By: Curtis Morton
The way I see it, being a father is a critical , blessed and grave responsibility.
Sunday 21st June will be celebrated as father s’ day around the world. On that day, hopefully, sons and daughters the world over, will take time out to ‘big up’ and pamper their dads…even if they were previously totally ignored for the weeks and months before that.
As men, we often lament that women seem to get first priority. There is a bigger song and dance about MOTHERS’ DAY and I believe for good reason because, let’s face it guys, too many men traditionally, have not generally done a good job at caring for their children.
I look at some of the many young fathers within our society and I note the sense of pride they exude as they walk around with their child or children at the Inter primary sports meet, or some other big event but next news you are hearing, some of them are ending up in court for not supporting their children!
That makes absolutely no sense.
I can also recall, one obviously proud dad, shouting out at the top of his lungs, at a concert, when his son was really wooing the audience with a sterling performance: ‘That’s ma boy!’
Only to hear a lady mutter under her breath: ‘And he don’t even a support the child!’
Well I newa!
At a particular sports meet one day, I also witnessed a most disgusting act performed by a young father.
He had his son with him, showing him of to his friends and drinking a carib beer, all the while.
Suddenly he paused long enough to call the attention of his friends to the fact that he was going to give the little boy a sip of his beer.
He did offer the child and the child drank some of it and the father beamed with a sense of accomplishment.
At the time I wondered if there was no aspect of law that could have been used to immediately have him arrested and placed in the lock down for at least six years!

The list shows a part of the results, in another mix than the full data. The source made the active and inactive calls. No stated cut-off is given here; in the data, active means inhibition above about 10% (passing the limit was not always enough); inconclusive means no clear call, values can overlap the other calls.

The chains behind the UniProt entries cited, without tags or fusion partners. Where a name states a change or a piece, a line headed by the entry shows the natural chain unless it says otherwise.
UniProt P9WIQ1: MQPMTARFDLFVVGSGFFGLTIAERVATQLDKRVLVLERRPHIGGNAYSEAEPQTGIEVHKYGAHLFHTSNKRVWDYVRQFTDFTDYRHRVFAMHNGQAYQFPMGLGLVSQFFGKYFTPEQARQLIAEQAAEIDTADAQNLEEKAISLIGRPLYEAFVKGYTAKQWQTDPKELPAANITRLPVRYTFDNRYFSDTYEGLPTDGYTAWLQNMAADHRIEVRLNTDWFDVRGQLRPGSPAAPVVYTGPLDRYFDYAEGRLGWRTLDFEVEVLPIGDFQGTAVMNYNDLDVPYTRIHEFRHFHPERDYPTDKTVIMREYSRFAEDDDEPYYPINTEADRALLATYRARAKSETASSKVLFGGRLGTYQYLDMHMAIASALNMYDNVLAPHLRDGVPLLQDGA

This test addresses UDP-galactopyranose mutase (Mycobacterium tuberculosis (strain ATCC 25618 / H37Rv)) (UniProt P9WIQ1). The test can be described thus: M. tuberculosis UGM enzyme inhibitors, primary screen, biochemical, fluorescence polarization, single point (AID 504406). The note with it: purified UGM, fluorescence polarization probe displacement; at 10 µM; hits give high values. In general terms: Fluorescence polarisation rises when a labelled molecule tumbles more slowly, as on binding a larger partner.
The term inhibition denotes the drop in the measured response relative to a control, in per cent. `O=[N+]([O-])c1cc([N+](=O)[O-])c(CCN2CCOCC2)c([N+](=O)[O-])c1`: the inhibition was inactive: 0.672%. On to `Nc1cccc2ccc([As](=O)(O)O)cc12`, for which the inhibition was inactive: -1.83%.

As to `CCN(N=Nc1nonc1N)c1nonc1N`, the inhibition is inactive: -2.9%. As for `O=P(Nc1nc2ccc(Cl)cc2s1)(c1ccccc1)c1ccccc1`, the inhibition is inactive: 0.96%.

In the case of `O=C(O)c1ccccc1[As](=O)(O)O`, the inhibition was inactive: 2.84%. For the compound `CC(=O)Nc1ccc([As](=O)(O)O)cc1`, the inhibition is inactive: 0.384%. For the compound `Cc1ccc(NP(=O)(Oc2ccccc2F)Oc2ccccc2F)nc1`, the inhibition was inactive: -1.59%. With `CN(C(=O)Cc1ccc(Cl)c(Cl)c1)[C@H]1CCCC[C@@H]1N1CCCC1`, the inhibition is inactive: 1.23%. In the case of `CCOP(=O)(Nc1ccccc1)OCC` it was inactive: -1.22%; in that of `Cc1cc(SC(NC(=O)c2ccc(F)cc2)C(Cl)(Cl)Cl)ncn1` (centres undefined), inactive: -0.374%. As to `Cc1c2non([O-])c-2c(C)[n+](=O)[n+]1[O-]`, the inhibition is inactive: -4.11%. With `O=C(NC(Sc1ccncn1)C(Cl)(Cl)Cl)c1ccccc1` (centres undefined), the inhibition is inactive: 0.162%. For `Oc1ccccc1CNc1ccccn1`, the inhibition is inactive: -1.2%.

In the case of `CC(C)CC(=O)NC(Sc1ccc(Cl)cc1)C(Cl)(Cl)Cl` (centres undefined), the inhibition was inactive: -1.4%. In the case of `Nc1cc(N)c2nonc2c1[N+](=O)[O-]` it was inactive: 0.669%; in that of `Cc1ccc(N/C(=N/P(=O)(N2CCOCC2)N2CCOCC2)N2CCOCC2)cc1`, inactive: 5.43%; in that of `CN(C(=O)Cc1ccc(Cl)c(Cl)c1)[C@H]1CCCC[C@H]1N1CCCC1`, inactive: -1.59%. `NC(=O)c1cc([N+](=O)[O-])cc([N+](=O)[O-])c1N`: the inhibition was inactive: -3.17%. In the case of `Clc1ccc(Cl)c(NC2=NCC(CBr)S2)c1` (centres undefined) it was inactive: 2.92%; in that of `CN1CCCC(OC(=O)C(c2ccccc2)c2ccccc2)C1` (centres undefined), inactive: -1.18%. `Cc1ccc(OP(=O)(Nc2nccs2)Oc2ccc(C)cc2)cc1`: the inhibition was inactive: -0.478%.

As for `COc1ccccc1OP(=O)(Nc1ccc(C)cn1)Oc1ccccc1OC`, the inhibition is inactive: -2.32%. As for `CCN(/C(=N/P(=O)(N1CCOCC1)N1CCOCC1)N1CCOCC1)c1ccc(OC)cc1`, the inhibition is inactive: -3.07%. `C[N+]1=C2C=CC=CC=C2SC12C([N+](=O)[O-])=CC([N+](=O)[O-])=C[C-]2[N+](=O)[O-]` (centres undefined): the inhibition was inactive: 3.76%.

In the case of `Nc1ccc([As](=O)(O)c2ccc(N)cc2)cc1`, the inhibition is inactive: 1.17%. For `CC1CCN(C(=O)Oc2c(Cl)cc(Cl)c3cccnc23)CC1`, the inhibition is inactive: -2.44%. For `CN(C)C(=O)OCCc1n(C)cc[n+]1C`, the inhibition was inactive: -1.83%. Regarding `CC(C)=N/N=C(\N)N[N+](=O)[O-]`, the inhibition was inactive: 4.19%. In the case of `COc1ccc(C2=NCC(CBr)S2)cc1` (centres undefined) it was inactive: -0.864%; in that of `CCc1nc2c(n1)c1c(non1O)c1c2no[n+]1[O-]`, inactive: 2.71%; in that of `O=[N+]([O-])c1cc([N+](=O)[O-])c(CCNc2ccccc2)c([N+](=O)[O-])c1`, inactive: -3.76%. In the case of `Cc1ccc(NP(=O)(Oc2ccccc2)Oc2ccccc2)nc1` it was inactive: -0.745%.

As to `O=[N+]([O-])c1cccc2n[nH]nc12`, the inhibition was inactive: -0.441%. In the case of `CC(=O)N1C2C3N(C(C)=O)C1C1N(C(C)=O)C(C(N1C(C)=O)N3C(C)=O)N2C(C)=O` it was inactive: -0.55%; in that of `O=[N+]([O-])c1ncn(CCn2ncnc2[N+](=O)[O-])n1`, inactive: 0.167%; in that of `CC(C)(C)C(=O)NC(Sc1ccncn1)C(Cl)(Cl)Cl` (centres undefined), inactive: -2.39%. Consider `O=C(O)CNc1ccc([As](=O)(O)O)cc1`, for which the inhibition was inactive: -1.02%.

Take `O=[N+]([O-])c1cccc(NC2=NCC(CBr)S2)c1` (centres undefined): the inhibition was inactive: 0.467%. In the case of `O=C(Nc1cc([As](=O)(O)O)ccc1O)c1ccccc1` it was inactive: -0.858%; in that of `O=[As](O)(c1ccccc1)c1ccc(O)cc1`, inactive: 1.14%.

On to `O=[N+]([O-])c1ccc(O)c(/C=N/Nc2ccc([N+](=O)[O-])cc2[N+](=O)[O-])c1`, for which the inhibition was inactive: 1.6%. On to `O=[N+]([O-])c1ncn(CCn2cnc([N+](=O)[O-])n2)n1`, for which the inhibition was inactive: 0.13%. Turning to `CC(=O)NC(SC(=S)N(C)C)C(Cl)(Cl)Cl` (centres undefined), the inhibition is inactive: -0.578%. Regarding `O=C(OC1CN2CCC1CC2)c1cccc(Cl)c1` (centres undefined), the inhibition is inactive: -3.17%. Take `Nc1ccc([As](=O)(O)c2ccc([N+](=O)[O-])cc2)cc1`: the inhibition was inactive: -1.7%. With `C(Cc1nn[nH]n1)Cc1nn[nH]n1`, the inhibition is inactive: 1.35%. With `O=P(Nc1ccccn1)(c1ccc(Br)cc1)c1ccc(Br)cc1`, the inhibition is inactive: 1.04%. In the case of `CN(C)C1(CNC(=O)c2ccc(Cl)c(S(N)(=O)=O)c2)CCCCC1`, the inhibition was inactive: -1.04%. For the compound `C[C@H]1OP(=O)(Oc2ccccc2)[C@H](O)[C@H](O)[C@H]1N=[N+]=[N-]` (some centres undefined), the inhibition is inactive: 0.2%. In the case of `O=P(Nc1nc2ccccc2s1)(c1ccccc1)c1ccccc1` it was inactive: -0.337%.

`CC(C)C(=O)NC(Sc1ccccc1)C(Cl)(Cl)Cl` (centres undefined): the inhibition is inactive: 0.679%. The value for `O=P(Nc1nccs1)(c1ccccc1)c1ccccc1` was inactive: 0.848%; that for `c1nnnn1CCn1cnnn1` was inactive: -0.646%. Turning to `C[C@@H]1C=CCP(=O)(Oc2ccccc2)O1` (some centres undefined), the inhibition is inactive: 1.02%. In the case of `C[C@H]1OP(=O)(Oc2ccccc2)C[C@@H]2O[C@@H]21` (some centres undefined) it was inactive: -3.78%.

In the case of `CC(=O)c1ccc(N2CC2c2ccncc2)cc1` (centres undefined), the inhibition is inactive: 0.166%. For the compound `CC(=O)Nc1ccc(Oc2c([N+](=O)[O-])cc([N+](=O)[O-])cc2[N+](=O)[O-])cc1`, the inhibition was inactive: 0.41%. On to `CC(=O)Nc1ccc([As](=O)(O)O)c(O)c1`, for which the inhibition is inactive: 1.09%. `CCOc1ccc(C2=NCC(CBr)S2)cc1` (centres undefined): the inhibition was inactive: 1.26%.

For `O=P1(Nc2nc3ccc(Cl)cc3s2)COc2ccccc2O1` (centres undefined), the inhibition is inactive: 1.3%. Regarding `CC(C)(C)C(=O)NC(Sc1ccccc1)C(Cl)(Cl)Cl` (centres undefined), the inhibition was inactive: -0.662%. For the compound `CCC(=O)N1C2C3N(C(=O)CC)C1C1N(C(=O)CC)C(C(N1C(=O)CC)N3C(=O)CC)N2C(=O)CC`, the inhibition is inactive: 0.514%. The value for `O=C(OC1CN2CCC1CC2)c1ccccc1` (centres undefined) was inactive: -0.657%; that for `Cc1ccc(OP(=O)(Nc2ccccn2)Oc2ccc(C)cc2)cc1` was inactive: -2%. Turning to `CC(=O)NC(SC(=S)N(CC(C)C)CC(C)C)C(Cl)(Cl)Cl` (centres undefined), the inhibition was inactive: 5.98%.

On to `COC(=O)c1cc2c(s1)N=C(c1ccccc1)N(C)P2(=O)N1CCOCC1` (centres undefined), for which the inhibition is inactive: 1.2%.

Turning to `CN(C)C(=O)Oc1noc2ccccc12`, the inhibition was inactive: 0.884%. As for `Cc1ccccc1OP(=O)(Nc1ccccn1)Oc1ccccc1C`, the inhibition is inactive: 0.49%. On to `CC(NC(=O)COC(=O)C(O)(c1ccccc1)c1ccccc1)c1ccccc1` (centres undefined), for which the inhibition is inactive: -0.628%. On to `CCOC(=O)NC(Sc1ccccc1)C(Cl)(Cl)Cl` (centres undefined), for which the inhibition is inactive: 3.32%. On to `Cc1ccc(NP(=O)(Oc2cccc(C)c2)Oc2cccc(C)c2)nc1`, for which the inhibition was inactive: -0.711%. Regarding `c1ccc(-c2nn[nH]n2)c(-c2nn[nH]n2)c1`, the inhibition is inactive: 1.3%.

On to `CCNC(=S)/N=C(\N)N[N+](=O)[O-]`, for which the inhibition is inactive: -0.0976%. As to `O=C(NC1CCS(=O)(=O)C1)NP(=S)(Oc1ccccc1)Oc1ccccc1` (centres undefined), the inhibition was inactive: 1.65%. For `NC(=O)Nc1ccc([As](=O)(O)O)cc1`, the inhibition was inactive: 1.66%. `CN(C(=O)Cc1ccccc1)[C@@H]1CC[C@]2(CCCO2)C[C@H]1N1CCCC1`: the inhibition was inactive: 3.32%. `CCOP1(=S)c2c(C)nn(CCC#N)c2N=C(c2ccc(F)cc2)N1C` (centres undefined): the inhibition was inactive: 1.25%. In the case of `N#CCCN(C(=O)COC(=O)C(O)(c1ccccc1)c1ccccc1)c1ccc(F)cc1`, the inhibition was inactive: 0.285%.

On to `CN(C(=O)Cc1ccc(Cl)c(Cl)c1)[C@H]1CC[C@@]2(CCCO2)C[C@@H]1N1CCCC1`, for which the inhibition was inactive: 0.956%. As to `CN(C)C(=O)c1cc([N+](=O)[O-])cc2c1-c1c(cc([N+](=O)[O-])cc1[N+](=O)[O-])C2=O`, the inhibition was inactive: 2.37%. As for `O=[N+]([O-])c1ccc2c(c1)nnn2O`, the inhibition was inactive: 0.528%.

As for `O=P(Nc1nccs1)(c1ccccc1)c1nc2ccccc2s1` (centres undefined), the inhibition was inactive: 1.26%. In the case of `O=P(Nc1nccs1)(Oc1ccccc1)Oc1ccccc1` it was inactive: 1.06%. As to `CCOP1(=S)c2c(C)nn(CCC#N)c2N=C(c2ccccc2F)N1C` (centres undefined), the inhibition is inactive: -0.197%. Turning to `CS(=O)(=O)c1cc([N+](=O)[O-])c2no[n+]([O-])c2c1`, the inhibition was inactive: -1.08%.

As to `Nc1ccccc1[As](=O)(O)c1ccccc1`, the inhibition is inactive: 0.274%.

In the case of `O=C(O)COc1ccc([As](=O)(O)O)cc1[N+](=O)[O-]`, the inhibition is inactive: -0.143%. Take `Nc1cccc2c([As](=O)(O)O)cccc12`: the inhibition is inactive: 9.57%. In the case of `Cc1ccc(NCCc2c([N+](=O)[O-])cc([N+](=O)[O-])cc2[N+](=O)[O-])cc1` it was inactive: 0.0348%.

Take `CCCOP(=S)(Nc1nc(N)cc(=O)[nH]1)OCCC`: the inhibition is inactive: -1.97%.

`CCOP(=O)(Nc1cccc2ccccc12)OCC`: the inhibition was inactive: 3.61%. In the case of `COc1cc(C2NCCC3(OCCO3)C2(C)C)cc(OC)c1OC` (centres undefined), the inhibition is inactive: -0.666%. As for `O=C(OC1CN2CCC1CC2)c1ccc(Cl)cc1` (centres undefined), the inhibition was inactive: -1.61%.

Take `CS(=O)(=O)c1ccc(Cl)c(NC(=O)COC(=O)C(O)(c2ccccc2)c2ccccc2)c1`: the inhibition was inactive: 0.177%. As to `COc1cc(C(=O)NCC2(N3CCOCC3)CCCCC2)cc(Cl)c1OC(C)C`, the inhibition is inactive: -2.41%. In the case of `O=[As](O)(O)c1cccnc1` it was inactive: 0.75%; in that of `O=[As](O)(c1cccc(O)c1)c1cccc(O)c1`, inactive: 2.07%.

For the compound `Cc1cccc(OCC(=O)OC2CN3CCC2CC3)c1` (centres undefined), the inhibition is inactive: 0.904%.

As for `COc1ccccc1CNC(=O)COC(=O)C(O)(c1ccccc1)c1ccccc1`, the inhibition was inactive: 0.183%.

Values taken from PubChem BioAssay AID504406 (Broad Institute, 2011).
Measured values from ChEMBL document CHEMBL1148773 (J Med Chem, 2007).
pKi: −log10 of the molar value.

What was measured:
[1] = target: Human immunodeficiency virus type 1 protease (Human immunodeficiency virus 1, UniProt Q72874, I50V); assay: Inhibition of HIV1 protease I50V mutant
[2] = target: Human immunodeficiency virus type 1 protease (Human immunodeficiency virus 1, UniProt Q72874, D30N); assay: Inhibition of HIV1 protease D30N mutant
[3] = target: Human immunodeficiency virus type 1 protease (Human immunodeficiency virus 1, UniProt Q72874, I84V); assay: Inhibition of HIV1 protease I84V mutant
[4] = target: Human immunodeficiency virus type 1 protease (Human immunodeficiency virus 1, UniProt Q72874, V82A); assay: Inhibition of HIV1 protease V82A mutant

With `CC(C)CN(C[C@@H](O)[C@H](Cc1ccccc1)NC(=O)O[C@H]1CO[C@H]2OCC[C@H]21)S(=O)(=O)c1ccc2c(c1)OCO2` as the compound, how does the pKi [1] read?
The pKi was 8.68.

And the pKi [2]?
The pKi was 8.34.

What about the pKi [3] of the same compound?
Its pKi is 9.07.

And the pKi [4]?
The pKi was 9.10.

My Dad who passed away this year, was a good man. He worked hard and he taught us…yeah maybe even at times, forced us to do the same.
He was a strict disciplinarian, yet accommodating to all of his children.
I recall that during an era when things were really bad at home in Nevis, he migrated to the USA and sought employment there. He did not like it there and eventually returned home after several months.
However, in the interim, even though he did not have a full time job, he found time to send home a barrel of goodies on a regular basis.
That barrel was much anticipated. We all gathered in the living room, as my mom officially supervised its opening.
It was a long wait, as each one of us waited impatiently to see what was sent. My dad made sure that each gift was identified for each specific child and then there were the stuff for my Mom and the foodstuff etc.
Much needed foodstuff I may add.
My dad also found time to play cricket in the yard with us, even though the ICC’s umpires would have definitely called him up because of his very unorthodox bowling style.
In other words, there were days that we laughed together and there were days that he made us cry, but that was mostly our own fault.
Significantly though, he did what a lot of dads are failing to do nowadays: He spent quality time with us.
Even at nights, we looked forward to sitting in the living room and sharing our daily experiences, listening to the radio together (those days, TVS were not made yet)!
So as we approach the significant joyous day on Sunday 21st June, let it not just be about what you will get from your children as a Dad but a time of reflection on how you can positively impact their lives a little more.
That’s the way I see it. How do you see it?